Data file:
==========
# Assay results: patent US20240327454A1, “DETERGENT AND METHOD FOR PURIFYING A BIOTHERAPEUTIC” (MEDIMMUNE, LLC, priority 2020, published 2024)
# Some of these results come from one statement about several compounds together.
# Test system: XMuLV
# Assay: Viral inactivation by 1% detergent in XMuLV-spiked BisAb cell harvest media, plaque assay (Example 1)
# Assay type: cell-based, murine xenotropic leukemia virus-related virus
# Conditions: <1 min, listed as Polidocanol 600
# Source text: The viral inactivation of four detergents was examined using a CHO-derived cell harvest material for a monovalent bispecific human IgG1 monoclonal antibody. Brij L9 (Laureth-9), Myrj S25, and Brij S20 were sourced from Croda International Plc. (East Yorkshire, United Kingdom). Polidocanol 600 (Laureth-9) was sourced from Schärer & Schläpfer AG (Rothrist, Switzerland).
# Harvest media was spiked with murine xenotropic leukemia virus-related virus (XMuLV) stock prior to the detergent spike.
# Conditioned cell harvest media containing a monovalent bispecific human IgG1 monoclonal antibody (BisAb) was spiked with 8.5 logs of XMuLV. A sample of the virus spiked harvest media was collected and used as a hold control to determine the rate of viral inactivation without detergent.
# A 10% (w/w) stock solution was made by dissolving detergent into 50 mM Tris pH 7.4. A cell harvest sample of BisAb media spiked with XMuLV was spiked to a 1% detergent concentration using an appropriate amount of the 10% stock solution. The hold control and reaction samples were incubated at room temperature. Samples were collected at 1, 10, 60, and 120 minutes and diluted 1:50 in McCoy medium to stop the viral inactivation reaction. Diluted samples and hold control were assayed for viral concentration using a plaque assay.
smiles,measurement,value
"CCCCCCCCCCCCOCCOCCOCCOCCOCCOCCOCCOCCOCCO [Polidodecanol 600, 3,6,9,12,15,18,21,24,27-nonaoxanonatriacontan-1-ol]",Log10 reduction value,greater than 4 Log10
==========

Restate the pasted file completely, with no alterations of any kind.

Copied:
# Assay results: patent US20240327454A1, “DETERGENT AND METHOD FOR PURIFYING A BIOTHERAPEUTIC” (MEDIMMUNE, LLC, priority 2020, published 2024)
# Some of these results come from one statement about several compounds together.
# Test system: XMuLV
# Assay: Viral inactivation by 1% detergent in XMuLV-spiked BisAb cell harvest media, plaque assay (Example 1)
# Assay type: cell-based, murine xenotropic leukemia virus-related virus
# Conditions: <1 min, listed as Polidocanol 600
# Source text: The viral inactivation of four detergents was examined using a CHO-derived cell harvest material for a monovalent bispecific human IgG1 monoclonal antibody. Brij L9 (Laureth-9), Myrj S25, and Brij S20 were sourced from Croda International Plc. (East Yorkshire, United Kingdom). Polidocanol 600 (Laureth-9) was sourced from Schärer & Schläpfer AG (Rothrist, Switzerland).
# Harvest media was spiked with murine xenotropic leukemia virus-related virus (XMuLV) stock prior to the detergent spike.
# Conditioned cell harvest media containing a monovalent bispecific human IgG1 monoclonal antibody (BisAb) was spiked with 8.5 logs of XMuLV. A sample of the virus spiked harvest media was collected and used as a hold control to determine the rate of viral inactivation without detergent.
# A 10% (w/w) stock solution was made by dissolving detergent into 50 mM Tris pH 7.4. A cell harvest sample of BisAb media spiked with XMuLV was spiked to a 1% detergent concentration using an appropriate amount of the 10% stock solution. The hold control and reaction samples were incubated at room temperature. Samples were collected at 1, 10, 60, and 120 minutes and diluted 1:50 in McCoy medium to stop the viral inactivation reaction. Diluted samples and hold control were assayed for viral concentration using a plaque assay.
smiles,measurement,value
"CCCCCCCCCCCCOCCOCCOCCOCCOCCOCCOCCOCCOCCO [Polidodecanol 600, 3,6,9,12,15,18,21,24,27-nonaoxanonatriacontan-1-ol]",Log10 reduction value,greater than 4 Log10